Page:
Brain injuries are common with deadly effects. According to the Center for Disease Control, traumatic brain injury contributes to roughly 30 percent of all injury-related deaths. A TBI is caused by external trauma and can range from mild concussions to severe disabilities.
People with TBI often experience impaired cognitive functions, physical movement and emotional functioning. To determine if you or a loved one may have a TBI, learn more about the causes, symptoms and facts about TBI.
What causes TBI?
Individuals get TBI in a variety of different situations. Here are the top four leading causes according to the CDC:
- Unintentional blunt trauma
- Motor vehicle accidents
- Physical assault
It should be noted that different causes commonly lead to different consequences. For example, while motor vehicle accidents account for only 14 percent of TBIs, it is the next most common cause of TBI-related deaths after falling.
What are the symptoms?
Sometimes TBI symptoms are only present when the injury occurs while others may last for years, even leading to permanent disabilities. Symptoms deal with changes in mood, memory, physical abilities and sleep patterns:
- Difficulty concentrating and/or unable to collect thoughts
- Trouble retaining new information
- Persistent headaches
- Dizziness and/or balance problems
- Fatigue and/or sleeping more or less than usual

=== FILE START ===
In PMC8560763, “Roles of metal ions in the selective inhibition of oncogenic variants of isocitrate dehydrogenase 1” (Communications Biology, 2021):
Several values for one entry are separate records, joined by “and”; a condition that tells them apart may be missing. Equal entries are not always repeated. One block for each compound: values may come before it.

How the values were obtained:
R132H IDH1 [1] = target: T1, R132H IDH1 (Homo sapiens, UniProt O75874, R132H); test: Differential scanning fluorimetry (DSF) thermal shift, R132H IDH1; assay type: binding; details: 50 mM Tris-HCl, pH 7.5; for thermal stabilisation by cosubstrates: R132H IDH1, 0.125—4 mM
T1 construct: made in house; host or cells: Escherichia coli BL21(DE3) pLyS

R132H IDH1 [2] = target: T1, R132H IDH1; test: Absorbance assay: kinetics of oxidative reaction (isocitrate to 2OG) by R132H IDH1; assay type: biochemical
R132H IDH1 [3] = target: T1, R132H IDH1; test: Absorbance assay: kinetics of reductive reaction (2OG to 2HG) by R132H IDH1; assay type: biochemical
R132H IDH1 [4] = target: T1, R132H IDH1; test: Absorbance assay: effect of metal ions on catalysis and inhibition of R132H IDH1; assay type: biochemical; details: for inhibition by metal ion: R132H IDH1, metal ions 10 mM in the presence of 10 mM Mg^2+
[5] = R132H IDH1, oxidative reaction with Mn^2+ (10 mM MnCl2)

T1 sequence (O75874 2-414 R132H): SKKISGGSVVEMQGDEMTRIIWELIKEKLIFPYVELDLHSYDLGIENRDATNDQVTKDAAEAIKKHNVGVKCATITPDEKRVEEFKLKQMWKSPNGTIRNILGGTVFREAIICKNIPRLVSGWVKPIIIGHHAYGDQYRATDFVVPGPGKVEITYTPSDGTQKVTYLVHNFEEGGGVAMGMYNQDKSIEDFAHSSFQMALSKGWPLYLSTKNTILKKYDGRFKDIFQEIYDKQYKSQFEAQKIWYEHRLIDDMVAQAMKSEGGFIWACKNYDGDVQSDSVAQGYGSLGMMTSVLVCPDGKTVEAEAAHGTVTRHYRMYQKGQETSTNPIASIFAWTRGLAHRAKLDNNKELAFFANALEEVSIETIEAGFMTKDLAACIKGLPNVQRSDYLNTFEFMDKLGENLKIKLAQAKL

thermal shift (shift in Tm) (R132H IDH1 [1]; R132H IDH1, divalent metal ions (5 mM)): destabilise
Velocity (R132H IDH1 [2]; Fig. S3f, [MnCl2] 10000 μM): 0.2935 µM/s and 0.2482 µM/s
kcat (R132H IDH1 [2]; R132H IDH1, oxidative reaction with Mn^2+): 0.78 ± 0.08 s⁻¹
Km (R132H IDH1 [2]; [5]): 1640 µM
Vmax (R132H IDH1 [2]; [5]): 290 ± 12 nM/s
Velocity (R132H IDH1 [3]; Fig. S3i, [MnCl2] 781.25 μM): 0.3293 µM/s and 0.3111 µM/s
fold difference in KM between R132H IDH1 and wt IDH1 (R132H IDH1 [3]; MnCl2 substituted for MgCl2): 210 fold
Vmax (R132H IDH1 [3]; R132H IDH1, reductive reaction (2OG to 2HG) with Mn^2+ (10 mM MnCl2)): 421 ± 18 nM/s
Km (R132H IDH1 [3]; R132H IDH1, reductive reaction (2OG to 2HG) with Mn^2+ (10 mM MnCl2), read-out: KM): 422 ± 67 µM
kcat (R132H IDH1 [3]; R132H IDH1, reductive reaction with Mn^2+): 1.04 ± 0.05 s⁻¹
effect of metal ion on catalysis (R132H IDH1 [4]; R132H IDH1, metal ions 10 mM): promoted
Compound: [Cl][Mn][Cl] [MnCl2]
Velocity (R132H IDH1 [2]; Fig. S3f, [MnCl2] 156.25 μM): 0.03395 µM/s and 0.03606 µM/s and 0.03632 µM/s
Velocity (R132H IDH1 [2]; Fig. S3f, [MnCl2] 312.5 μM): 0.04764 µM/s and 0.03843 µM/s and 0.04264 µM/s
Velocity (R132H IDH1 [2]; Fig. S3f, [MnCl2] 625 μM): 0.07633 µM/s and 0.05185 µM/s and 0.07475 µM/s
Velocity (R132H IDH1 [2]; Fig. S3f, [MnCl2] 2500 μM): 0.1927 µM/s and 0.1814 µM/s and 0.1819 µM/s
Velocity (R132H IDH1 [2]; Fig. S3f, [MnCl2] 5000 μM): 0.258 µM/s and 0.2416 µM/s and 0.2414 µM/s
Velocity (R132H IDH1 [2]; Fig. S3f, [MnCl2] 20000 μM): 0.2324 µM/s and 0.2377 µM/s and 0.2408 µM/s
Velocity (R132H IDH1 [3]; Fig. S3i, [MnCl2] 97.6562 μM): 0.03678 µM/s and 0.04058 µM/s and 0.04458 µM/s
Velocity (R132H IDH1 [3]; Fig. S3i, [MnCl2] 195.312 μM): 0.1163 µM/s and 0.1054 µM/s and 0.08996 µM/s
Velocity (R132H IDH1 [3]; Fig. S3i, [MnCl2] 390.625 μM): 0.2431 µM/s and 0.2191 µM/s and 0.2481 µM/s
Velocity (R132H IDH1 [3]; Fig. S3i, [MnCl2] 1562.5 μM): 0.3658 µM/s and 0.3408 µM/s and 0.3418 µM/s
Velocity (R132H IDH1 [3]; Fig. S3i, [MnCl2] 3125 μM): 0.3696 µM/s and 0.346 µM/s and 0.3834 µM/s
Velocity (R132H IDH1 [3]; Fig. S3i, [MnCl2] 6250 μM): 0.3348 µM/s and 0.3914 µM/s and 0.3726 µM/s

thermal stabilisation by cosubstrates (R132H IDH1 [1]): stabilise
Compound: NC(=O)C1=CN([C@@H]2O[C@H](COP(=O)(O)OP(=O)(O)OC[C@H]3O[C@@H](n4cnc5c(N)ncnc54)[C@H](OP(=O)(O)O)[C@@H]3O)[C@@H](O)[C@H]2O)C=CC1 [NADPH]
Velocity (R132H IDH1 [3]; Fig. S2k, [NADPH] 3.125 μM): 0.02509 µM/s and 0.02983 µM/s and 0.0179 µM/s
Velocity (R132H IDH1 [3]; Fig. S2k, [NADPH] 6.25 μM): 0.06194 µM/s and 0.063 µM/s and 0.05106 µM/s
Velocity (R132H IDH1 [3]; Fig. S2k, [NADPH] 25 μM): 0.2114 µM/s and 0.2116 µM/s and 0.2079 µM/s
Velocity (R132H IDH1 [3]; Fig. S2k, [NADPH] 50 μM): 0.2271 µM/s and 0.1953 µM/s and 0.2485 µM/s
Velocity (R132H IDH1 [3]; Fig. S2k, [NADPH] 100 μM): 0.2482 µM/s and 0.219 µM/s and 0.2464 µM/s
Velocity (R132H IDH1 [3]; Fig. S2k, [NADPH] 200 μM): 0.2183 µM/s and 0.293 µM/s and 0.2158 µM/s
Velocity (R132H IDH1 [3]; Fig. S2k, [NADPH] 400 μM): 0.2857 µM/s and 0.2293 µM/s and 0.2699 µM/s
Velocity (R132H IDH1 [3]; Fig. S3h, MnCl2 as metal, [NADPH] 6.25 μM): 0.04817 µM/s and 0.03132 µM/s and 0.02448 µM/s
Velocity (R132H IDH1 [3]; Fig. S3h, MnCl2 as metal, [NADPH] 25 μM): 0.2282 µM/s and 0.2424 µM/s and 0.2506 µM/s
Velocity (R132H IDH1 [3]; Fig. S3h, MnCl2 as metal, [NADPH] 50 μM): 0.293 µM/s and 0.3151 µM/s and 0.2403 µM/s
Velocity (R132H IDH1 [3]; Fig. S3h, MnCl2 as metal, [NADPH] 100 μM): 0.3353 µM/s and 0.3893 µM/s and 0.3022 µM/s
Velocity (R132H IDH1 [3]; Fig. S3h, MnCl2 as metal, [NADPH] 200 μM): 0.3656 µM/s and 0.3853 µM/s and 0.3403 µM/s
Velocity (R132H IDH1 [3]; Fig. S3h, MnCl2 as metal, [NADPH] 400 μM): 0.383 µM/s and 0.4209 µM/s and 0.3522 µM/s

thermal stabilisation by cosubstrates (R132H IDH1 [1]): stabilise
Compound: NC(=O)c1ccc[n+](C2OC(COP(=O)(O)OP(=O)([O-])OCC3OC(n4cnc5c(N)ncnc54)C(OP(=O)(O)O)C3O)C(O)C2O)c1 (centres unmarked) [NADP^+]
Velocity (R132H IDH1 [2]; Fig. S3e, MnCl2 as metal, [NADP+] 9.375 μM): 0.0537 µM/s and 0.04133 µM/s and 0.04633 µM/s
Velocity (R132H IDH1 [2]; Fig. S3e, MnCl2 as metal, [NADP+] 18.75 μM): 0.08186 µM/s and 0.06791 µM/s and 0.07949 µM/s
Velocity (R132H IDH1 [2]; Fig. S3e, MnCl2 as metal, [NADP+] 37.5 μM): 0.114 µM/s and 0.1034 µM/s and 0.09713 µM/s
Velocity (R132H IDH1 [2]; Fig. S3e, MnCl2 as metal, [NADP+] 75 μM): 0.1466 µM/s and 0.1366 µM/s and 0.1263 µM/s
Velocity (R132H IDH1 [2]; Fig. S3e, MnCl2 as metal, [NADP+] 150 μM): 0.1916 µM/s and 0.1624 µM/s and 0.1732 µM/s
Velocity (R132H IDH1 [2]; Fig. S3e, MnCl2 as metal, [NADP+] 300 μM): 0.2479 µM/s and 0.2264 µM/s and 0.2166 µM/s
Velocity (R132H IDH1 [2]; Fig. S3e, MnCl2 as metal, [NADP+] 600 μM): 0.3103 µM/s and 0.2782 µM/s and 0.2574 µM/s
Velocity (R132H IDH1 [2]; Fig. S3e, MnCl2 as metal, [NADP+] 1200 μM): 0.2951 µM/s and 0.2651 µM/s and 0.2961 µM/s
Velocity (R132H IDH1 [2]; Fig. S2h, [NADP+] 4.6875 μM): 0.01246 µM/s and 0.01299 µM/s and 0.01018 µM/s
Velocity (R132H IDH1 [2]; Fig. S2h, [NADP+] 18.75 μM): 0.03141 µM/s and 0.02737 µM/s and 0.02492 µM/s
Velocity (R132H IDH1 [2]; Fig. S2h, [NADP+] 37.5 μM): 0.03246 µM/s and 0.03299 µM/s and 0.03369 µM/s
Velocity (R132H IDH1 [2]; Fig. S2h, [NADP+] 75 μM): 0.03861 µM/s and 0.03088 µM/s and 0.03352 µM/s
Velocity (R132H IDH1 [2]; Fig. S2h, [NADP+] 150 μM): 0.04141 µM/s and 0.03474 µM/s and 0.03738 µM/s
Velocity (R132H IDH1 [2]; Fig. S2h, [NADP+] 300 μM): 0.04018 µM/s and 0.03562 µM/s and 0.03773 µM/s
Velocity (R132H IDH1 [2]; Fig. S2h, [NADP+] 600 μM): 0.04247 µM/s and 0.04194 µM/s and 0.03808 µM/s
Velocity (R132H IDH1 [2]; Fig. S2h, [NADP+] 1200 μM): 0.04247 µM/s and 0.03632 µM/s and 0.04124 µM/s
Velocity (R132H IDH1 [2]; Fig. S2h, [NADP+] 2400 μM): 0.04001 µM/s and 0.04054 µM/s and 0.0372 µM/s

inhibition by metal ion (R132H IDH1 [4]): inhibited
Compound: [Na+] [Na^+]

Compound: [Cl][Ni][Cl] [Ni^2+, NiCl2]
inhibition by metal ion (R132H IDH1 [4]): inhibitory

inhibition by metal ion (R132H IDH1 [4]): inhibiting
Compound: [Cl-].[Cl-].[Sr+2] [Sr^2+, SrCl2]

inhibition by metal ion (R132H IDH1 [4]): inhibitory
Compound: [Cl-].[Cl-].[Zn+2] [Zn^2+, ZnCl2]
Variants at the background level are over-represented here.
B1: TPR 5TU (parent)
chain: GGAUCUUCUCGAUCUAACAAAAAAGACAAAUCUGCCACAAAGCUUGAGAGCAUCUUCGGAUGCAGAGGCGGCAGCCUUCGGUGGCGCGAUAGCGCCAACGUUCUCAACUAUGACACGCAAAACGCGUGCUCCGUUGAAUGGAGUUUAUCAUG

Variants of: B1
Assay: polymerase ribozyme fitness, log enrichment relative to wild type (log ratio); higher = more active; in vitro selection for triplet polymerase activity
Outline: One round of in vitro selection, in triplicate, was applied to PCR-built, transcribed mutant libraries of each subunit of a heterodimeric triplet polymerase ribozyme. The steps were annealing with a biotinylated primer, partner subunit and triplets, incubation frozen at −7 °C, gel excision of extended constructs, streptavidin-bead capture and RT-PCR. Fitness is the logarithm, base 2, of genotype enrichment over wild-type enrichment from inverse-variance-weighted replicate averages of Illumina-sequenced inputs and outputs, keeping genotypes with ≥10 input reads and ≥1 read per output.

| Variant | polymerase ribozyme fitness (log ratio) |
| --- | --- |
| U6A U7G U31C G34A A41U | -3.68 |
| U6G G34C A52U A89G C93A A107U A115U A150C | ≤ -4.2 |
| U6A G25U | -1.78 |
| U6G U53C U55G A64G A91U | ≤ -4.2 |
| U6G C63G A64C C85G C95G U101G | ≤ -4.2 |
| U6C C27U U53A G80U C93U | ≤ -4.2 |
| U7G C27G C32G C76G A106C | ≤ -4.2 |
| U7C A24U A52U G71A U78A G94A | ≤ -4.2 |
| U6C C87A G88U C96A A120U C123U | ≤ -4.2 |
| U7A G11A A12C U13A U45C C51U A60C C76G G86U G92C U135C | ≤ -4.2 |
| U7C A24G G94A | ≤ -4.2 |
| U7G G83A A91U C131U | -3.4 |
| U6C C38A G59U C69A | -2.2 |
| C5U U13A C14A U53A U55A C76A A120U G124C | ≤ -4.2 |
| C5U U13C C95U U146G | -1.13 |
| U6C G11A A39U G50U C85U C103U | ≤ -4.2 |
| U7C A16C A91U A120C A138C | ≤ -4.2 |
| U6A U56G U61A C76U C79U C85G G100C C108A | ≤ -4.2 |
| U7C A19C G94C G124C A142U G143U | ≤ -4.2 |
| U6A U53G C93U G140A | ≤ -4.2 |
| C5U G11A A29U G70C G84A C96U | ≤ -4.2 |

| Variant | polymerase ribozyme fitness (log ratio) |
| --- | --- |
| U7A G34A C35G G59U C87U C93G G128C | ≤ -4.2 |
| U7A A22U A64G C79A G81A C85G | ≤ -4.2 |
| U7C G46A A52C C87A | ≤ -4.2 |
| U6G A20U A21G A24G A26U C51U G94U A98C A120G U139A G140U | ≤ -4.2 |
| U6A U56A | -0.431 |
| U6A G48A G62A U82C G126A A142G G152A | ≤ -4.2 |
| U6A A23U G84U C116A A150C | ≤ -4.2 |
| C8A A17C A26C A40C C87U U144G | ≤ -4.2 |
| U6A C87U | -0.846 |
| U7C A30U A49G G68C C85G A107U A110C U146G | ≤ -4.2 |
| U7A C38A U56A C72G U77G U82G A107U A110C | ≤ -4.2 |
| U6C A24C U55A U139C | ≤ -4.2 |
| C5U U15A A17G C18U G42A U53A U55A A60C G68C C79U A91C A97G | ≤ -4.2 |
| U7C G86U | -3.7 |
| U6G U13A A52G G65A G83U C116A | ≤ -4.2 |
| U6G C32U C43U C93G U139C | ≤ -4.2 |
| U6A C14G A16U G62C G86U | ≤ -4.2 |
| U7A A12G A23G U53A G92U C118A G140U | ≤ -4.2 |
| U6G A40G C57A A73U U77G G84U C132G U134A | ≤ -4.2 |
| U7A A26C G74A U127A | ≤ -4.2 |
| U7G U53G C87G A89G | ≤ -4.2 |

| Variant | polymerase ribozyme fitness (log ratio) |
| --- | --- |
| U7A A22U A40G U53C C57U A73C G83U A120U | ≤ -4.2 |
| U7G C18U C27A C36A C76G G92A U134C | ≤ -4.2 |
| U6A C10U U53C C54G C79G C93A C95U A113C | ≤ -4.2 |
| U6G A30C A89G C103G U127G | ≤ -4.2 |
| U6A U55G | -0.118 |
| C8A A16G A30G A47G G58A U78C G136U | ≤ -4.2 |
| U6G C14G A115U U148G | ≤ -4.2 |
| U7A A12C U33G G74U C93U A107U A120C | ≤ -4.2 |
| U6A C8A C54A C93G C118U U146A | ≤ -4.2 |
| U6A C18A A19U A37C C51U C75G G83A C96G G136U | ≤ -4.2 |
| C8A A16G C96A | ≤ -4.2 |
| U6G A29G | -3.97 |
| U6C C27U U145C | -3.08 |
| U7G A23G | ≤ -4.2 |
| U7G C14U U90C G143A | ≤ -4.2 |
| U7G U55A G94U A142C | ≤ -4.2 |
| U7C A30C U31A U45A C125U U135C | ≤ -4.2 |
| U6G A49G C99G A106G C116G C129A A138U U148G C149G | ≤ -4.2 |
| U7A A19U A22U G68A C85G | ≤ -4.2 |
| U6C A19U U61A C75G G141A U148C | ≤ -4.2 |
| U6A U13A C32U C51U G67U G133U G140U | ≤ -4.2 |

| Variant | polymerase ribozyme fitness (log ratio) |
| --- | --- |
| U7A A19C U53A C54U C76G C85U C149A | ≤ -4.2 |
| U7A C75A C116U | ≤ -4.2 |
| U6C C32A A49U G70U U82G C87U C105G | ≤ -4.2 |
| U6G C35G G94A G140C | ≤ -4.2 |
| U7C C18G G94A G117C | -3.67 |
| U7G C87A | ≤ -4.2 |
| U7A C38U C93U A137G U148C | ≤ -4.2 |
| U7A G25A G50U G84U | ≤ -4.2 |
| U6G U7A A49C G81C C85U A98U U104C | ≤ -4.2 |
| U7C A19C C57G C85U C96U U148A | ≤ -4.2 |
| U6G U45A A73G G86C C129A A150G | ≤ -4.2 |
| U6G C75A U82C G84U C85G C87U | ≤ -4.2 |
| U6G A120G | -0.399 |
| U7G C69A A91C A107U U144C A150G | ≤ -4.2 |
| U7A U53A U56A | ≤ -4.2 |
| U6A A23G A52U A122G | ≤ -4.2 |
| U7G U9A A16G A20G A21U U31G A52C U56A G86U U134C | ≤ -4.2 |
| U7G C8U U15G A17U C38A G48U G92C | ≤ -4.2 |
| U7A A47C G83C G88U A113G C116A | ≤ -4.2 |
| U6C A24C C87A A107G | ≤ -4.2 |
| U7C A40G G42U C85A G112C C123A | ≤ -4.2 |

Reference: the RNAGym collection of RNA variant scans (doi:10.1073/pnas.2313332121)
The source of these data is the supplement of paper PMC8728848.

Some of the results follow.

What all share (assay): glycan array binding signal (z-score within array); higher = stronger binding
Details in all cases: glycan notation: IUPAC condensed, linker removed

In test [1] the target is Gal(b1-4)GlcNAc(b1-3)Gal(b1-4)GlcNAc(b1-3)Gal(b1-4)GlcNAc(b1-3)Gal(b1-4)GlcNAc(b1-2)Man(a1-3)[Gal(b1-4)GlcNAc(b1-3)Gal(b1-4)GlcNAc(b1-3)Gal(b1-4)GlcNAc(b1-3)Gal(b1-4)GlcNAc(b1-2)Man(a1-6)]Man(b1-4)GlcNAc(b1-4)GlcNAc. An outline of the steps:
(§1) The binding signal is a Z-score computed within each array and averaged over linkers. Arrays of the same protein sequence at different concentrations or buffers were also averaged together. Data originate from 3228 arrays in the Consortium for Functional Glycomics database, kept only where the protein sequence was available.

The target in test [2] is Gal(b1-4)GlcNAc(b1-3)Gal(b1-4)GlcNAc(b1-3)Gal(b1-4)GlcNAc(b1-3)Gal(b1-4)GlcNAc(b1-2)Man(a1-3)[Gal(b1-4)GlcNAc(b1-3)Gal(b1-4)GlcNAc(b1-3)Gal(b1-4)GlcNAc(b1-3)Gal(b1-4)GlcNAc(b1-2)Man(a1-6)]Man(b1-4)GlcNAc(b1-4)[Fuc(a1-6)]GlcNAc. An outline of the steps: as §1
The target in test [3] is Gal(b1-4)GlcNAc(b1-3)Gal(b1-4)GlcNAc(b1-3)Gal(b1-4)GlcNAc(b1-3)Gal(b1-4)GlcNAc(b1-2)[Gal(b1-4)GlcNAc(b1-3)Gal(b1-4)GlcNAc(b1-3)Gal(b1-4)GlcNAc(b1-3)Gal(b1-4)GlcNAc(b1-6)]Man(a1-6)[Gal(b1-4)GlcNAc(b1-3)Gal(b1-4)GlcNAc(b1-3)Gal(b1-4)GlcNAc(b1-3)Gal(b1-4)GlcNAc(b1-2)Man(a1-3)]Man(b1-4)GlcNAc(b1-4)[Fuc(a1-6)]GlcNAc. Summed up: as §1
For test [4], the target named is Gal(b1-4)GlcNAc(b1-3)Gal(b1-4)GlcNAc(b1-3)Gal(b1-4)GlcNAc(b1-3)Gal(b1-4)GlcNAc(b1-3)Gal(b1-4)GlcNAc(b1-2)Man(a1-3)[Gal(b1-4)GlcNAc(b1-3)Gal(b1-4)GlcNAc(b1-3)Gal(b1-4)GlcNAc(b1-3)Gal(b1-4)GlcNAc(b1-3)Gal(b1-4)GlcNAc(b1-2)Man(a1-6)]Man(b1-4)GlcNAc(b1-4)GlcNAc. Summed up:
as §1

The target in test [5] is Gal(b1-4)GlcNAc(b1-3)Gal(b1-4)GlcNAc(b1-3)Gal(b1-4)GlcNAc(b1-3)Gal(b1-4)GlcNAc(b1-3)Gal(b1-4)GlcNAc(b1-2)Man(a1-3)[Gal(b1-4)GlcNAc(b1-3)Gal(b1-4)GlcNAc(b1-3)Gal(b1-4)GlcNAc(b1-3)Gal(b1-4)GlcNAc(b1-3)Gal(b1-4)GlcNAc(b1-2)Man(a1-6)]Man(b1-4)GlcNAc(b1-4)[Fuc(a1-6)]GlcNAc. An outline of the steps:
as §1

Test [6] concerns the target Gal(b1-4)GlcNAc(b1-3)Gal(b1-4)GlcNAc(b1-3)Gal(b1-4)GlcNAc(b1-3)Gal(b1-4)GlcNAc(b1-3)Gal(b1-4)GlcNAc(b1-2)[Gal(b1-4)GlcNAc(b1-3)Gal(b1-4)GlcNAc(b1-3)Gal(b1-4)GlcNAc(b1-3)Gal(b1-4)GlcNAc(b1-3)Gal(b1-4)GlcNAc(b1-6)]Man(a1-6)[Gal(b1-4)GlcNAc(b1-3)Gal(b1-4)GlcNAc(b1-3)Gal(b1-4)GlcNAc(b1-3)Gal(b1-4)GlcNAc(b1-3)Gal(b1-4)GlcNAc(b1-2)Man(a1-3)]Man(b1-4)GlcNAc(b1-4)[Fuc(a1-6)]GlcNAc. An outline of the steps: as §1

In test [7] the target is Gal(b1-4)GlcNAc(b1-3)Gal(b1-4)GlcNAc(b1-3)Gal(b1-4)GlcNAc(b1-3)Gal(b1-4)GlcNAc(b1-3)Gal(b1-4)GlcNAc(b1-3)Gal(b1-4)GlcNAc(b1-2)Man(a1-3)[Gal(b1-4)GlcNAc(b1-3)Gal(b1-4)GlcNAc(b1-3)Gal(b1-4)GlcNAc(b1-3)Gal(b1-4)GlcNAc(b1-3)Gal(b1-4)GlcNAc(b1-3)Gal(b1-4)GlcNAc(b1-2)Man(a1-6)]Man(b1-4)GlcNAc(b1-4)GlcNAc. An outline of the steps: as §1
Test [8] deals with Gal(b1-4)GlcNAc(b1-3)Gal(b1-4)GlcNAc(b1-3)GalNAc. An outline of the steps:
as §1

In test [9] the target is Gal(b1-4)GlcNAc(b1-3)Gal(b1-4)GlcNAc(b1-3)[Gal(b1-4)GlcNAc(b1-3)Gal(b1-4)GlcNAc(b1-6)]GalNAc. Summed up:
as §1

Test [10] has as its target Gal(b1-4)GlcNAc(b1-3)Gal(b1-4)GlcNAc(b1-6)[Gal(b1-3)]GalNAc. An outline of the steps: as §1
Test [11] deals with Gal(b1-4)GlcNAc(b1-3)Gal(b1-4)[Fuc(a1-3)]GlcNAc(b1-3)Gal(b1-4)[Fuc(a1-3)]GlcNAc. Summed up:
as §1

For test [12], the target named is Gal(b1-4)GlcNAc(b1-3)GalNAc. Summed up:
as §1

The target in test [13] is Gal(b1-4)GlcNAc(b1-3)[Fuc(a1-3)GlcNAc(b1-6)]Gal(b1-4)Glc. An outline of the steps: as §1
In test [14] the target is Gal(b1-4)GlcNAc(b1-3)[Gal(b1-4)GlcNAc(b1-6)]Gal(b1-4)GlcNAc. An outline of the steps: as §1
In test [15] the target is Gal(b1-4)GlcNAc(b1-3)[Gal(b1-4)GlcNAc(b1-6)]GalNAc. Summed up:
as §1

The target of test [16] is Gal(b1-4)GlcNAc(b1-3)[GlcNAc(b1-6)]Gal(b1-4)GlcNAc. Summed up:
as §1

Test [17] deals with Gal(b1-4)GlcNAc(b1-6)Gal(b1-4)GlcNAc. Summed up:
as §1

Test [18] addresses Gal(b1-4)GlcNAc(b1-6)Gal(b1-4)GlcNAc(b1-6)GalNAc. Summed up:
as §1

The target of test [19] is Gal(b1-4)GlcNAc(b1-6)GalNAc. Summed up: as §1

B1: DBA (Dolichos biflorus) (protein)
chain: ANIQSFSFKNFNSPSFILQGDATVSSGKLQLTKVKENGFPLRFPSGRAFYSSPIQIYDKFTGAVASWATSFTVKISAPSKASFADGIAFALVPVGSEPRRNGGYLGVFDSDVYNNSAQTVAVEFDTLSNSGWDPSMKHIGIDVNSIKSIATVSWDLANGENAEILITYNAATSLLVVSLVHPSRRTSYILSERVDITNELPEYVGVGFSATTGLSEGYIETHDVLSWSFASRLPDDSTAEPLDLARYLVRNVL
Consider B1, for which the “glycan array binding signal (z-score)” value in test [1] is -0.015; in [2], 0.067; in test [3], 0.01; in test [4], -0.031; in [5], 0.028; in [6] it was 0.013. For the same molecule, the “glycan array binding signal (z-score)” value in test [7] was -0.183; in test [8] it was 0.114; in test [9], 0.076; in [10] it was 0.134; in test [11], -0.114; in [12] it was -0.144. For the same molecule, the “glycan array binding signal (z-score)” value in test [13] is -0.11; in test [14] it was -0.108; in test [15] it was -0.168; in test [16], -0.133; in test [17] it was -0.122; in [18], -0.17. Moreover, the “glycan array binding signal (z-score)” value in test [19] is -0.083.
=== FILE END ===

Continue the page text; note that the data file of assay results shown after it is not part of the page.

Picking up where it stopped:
- Extreme emotions
Some symptoms, such as dizziness, may be immediately present upon injury. Others, such as difficulty concentrating, may not appear or be noticeable until much later. Family members, doctors or even victims themselves often dismiss these problems.
What should I do?
If you suspect you have TBI, it is important to seek medical diagnosis, treatment and advice. A medical evaluation is an important step to know the severity of the harm you have suffered.
Depending on the circumstances of your injury, you may be able to take legal action. Most brain injuries caused by intentional assault, motor vehicle accidents and falls are categorized under the personal injury umbrella.
Symptoms of TBI can be subtle and delayed. Changes in memory, emotion, concentration and behavior may appear over time and therefore may not be recognized as direct symptoms by the victim. It is possible for TBI to be overlooked and misdiagnosed as well. Whatever the case may be, you should seek the help you deserve to receive compensation for your injury. Consulting a personal injury attorney can help you gather evidence about your accident and be aware of your protections and options. Suffering from TBI is not something that should be ignored or pushed aside, especially because it can have permanently disabling effects.